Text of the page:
As described above, a conventional Schottky gate electrode of a group III-V compound semiconductor device has a limited value of a Schottky barrier height and a current flows through the gate if a high forward voltage is applied thereto.

SUMMARY OF THE INVENTION

It is an object of the present invention to provide a group III-V compound semiconductor device with a Schottky electrode highly resistant to a current flow.

It is another object of the present invention to provide a field effect compound semiconductor device with a gate electrode highly resistant to a gate current flow.

According to one aspect of the present invention, there is provided a field effect compound semiconductor device including: a semiconductor substrate; a plurality of group III-V compound semiconductor crystal layers formed on the semiconductor substrate, and including an active layer for transferring carriers; an InAIP layer formed at least on a partial surface of the group III-V compound semiconductor crystal layers; a gate electrode formed on the InAlP layer, forming Schottky contact; and a pair of source/drain electrodes disposed to interpose therebetween the gate electrode, and forming ohmic contact with the active layer.

According to another aspect of the present invention, there is provided a field effect compound semiconductor device including: a group III-V compound semiconductor crystal layer for transferring carriers in the surface region of the layer; an InAlP crystal layer formed at least on a partial surface of the group III-V compound semiconductor crystal layer; a gate electrode formed on the InAlP crystal layer, forming a Schottky contact; and a pair of source/drain electrodes interposing therebetween the gate electrode, and forming ohmic contact with the group III-V compound semiconductor crystal layer.

The InAlP layer is inserted between the gate electrode and the group III-V compound semiconductor crystal layer so that the Schottky contact of the gate electrode is formed between the gate electrode and the InAlP layer. Use of the InAlP layer as the underlying layer of the gate electrode forms a high Schottky barrier which has been conventionally unable to form. With a high Schottky barrier, a high forward voltage can be applied to the gate without flowing current therethrough.

BRIEF DESCRIPTION OF THE DRAWINGS

FIG. 1 is a schematic cross sectional view showing the structure of a HEMT according to an embodiment of the invention.

FIGS. 2A to 2C are a cross sectional view and graphs explaining the experiments which ascertain the characteristics of the embodiment HEMT shown in FIG. 1.

FIGS. 3 and 4 are schematic cross sectional views showing the structures of HEMT's according to other embodiments of the invention.

FIG. 5 is a schematic cross sectional view of a MESFET according to the further embodiment of the invention.

FIG. 6 is a schematic cross sectional view showing the structure of a HEMT according to a conventional technology.

FIG. 7 is a schematic cross sectional view showing the structure off a sample used in preliminary experiments of the invention.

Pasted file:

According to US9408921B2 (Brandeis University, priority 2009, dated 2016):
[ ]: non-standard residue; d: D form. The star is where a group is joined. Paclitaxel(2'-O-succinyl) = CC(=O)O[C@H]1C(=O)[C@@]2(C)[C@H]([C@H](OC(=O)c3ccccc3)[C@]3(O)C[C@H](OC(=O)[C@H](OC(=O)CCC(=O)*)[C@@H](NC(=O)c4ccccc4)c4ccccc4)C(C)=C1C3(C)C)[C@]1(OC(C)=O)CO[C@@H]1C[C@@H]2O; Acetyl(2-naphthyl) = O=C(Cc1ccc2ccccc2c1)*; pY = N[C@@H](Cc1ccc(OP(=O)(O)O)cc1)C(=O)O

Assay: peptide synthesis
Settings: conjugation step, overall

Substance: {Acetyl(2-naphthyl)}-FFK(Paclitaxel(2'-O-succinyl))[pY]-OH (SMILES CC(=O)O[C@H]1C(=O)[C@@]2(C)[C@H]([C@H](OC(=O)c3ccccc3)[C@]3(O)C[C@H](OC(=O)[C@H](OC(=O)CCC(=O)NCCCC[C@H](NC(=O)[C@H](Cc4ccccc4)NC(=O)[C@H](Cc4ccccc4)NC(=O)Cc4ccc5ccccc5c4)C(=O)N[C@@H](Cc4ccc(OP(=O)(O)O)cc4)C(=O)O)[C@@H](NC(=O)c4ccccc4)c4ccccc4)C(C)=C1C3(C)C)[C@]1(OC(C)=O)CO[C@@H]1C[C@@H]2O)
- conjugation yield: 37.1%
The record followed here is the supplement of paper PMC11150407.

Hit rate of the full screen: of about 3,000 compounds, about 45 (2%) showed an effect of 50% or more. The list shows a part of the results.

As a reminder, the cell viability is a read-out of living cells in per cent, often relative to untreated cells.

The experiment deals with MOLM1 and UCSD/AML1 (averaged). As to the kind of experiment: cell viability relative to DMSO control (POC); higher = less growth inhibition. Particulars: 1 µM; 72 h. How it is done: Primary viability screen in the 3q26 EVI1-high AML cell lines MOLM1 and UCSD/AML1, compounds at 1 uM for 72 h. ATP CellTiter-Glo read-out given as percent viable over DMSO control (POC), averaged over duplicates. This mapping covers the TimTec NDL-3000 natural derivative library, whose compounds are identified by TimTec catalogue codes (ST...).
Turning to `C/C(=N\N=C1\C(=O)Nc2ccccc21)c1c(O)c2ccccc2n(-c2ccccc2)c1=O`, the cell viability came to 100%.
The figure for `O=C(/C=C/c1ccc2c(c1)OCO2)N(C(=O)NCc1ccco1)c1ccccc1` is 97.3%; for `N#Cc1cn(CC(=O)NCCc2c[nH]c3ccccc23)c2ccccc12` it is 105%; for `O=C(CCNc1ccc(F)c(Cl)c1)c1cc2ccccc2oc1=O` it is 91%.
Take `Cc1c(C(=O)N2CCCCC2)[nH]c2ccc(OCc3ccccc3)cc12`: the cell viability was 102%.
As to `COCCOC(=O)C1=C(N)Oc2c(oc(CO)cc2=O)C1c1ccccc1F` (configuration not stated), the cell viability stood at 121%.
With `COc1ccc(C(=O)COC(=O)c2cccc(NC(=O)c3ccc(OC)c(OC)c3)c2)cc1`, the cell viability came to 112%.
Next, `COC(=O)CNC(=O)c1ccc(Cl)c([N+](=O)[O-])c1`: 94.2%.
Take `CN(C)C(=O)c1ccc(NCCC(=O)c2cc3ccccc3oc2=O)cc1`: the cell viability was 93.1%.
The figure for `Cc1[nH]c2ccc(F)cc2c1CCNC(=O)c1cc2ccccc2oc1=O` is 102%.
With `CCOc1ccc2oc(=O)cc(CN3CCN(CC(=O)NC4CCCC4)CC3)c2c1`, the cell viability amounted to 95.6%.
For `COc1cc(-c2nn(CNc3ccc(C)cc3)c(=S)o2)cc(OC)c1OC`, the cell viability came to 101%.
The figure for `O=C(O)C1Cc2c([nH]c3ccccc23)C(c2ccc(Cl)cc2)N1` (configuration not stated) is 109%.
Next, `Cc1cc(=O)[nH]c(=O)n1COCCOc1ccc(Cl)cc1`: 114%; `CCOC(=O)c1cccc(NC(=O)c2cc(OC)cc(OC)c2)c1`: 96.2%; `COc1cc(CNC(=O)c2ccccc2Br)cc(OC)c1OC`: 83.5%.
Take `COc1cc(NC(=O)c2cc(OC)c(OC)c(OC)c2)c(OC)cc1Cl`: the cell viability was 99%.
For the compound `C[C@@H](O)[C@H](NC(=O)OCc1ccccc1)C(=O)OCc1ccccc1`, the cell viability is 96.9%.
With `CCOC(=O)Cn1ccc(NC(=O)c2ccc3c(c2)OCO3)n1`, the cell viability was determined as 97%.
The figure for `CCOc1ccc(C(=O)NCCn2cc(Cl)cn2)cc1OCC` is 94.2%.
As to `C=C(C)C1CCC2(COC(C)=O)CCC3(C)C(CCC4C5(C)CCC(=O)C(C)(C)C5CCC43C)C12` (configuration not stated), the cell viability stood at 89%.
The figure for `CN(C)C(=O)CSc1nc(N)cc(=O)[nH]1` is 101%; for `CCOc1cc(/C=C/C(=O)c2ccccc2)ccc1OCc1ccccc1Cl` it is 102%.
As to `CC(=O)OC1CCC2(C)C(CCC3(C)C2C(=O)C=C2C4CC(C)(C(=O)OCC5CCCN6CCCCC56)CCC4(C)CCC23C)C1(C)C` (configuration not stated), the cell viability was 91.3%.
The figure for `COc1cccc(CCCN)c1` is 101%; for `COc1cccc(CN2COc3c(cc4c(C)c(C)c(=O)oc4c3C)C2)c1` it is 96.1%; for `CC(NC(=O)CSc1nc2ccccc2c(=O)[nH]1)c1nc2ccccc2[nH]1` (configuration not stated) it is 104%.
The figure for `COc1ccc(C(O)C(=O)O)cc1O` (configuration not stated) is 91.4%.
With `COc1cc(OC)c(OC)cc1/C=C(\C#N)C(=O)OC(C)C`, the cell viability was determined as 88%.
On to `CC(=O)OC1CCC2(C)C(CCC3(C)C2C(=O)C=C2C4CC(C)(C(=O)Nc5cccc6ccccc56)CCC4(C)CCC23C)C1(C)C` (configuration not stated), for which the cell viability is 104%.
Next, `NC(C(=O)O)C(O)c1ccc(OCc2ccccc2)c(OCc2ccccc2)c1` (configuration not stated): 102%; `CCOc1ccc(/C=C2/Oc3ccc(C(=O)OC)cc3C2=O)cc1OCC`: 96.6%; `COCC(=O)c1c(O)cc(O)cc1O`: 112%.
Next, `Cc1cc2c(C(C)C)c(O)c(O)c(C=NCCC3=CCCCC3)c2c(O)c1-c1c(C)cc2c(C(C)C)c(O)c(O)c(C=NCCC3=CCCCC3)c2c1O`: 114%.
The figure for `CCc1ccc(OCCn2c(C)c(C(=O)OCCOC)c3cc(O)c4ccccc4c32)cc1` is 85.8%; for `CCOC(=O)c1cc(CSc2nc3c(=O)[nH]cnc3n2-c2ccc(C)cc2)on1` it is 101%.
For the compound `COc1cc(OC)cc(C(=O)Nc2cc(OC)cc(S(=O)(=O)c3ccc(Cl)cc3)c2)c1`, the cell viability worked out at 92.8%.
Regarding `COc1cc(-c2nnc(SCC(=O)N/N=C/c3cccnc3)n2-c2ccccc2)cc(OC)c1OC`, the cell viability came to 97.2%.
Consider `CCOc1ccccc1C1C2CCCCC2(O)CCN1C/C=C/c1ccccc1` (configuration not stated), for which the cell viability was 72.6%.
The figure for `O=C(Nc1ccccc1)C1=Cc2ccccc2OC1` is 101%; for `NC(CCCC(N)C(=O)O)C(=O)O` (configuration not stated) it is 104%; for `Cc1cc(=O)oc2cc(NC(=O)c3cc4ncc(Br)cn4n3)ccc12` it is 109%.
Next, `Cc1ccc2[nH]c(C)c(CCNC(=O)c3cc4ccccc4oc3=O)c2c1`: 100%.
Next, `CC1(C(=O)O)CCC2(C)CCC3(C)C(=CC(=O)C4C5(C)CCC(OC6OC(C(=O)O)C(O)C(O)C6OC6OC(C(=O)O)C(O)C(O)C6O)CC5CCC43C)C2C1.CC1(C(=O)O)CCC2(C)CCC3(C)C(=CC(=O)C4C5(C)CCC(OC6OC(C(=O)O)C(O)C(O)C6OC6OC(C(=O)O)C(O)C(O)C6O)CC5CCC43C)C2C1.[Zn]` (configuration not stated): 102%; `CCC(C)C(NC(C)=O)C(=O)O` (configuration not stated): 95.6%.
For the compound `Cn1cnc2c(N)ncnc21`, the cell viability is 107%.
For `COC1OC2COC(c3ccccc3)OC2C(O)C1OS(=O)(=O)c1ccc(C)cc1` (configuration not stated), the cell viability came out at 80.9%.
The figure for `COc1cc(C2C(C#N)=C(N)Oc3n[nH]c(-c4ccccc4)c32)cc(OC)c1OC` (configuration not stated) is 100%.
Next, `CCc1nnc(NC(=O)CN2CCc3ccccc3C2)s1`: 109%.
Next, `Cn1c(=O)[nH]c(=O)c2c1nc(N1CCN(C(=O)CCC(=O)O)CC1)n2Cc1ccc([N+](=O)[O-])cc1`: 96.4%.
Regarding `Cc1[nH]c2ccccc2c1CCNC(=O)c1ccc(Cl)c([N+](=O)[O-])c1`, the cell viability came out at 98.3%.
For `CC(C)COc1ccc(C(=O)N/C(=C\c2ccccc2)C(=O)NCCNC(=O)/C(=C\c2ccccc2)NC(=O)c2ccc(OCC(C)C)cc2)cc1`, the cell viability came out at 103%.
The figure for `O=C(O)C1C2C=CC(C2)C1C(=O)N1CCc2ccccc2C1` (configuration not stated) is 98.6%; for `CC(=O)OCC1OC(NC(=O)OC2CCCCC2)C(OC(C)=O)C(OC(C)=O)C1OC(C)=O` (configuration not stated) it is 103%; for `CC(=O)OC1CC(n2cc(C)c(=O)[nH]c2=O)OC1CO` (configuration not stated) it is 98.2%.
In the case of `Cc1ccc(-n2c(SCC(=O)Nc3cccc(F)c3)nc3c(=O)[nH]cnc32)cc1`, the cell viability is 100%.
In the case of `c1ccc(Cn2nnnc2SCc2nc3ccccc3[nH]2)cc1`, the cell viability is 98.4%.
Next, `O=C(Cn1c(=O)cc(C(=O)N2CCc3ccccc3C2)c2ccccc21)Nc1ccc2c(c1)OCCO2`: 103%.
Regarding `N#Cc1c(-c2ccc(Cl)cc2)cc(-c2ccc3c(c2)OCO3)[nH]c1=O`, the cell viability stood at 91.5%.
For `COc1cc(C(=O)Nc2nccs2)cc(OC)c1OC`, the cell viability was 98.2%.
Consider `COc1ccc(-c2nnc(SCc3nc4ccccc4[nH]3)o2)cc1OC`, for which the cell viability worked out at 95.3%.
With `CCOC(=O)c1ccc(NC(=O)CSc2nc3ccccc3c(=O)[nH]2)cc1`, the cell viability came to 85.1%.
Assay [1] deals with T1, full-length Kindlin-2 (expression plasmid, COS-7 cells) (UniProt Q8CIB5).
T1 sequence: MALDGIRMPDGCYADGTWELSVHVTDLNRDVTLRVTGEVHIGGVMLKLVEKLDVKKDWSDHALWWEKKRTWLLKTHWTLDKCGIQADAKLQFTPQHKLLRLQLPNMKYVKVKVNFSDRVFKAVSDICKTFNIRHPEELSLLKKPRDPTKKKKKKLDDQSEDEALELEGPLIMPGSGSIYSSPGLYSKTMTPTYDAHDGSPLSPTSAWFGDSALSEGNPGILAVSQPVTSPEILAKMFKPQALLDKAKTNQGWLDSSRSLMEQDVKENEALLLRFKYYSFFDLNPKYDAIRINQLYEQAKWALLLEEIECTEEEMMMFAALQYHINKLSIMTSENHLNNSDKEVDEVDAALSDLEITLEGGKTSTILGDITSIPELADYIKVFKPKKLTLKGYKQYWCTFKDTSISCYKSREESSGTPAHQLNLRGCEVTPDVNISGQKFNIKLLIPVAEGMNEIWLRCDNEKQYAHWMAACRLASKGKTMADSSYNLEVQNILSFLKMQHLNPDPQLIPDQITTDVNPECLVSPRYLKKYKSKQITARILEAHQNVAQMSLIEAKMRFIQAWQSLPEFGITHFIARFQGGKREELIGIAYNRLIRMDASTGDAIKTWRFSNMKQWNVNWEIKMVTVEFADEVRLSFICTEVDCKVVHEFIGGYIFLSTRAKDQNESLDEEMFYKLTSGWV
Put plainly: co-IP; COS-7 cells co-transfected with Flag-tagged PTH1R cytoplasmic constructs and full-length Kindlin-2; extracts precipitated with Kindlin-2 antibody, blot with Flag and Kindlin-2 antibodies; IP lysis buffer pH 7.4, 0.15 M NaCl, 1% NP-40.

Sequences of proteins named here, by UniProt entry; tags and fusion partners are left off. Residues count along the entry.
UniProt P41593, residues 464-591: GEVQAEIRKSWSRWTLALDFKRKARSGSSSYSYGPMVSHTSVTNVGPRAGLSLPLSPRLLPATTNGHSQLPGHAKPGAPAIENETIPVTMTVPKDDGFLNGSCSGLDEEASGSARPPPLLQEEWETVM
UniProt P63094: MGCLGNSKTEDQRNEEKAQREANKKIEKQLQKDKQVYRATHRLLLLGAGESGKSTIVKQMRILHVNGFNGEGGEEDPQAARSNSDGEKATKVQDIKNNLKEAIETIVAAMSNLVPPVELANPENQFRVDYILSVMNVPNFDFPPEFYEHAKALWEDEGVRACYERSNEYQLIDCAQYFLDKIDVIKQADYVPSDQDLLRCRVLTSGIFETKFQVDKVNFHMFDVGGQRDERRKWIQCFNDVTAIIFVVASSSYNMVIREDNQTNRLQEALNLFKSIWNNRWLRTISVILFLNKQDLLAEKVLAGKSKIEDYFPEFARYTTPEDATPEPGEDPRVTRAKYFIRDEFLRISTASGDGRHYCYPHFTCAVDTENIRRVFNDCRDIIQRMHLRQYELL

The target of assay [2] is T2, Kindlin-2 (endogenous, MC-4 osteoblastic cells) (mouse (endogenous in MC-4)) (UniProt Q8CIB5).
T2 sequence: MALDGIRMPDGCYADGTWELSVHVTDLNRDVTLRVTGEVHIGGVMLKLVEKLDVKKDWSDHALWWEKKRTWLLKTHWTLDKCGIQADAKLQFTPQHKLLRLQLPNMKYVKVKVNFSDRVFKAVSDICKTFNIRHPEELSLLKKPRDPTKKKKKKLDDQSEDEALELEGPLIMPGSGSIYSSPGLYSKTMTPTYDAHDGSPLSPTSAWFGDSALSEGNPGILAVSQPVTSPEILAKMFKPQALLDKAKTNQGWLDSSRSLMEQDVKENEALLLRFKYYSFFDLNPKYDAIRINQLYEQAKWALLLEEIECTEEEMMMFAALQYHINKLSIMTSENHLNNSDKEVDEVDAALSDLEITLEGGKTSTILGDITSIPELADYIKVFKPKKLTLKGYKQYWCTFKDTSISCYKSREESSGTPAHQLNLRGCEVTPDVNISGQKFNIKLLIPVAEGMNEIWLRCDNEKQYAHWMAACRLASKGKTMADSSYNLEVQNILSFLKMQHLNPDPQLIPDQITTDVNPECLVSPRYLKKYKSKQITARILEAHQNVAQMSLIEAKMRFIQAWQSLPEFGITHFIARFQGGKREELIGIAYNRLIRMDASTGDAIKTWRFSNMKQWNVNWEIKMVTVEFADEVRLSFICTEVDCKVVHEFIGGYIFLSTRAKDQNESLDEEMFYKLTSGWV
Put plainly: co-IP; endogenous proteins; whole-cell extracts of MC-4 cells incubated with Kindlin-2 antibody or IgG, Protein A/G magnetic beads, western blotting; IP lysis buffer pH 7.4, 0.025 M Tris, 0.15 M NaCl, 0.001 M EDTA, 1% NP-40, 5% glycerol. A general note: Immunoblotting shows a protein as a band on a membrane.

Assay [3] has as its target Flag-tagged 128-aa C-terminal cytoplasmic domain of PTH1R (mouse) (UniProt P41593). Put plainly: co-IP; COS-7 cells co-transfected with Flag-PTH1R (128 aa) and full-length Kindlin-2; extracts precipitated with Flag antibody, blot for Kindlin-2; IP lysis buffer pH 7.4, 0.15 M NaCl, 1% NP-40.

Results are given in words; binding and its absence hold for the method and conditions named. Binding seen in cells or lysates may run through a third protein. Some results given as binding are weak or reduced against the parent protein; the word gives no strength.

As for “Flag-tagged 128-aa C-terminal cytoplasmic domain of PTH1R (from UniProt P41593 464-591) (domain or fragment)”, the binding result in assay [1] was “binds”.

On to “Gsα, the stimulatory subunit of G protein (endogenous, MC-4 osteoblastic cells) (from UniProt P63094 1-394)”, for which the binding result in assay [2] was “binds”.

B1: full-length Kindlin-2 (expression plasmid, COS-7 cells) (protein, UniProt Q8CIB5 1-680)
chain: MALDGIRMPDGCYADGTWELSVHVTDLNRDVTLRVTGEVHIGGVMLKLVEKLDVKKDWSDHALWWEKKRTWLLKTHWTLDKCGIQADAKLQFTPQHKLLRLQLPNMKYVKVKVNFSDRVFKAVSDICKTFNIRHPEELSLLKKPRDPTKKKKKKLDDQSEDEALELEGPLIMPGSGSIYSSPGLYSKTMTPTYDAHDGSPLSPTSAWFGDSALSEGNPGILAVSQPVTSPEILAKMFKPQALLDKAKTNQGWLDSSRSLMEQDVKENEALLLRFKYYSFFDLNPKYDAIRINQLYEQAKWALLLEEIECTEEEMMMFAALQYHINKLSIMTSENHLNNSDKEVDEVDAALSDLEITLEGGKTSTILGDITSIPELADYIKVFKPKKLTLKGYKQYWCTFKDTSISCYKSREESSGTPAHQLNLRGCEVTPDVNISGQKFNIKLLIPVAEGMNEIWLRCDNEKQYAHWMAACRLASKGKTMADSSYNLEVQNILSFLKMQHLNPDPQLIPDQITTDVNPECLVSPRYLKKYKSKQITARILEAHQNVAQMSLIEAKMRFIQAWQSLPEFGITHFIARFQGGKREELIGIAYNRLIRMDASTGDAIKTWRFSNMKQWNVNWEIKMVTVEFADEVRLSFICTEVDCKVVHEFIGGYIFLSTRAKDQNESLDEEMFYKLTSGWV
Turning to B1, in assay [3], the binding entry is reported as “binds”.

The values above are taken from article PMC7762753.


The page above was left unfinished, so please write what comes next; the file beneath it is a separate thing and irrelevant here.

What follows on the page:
FIG. 8 is a schematic plan view of an integrated semiconductor device according to another embodiment of the invention.

DETAILED DESCRIPTION OF THE PREFERRED EMBODIMENTS

It is desired to raise a Schottky barrier height of a gate electrode in order to reduce a gate leak current. The inventor conducted the following preliminary experiments in order to find a high Schottky barrier height gate electrode.

As shown in FIG. 7, on a semi-insulating GaAs substrate 21, an n-type group III-V compound semiconductor layer 30 was grown to a thickness of about 150 nm by metal organic chemical vapor deposition (MOCVD). On this layer 30 an Al electrode 32 having a diameter of about 100 μm was formed by evaporation. In forming the Al electrode 32, a resist mask having an opening conformal to the electrode shape was preliminarily formed on the semiconductor layer 30, an Al electrode layer was deposited by evaporation, and unnecessary Al electrode layer was removed by lift-off.

A variety of group III-V compound semiconductor layers (including mixed crystal) was used for the compound semiconductor layer 30.

A Schottky barrier at a Schottky contact was measured by using n-type GaAs, n-type AlGaAs (group III composition for this experiment: Al 0.3, Ga 0.7), n-type InGaP (composition nearly lattice matched to GaAs: In 0.5, Ga 0.5), and n-type InAlP (composition nearly lattice matched to GaAs: In 0.5, Al 0.5), as the group III-V compound semiconductor layer 30. The Schottky barrier height was measured from the forward current-voltage (I-V) characteristics. The n-type group III-V compound semiconductor layer was doped with Si to have an impurity concentration of about 1.5×1018 cm-3. The impurity concentration was measured by a capacitance-voltage (C-V) method. The measurement results are shown in Table 1.

              TABLE 1______________________________________Semiconductor    Schottky BarrierGroup III-V Compound            Height______________________________________n-GaAs           0.55 Vn-InGaP          0.69 Vn-AlGaAs         0.68 Vn-InAlP          0.76 V______________________________________

Current flowing through a Schottky electrode is known to reduce exponentially as a Schottky barrier becomes high. Therefore, a leak current of a Schottky gate electrode depends exponentially on a negative value of a Schottky barrier height off a Schottky gate electrode.

An underlying semiconductor layer of a Schottky gate electrode in the conventional field effect semiconductor device is formed of n-type GaAs, n-type InGaP, n-type AlGaAs, or other compound semiconductors. According to the experiments, the Schottky barriers of these compound semiconductors were 0.69 V at the highest. An n-type InAlP underlying semiconductor layer of a Schottky gate electrode presented a Schottky barrier height higher than 0.69 V by about 10%.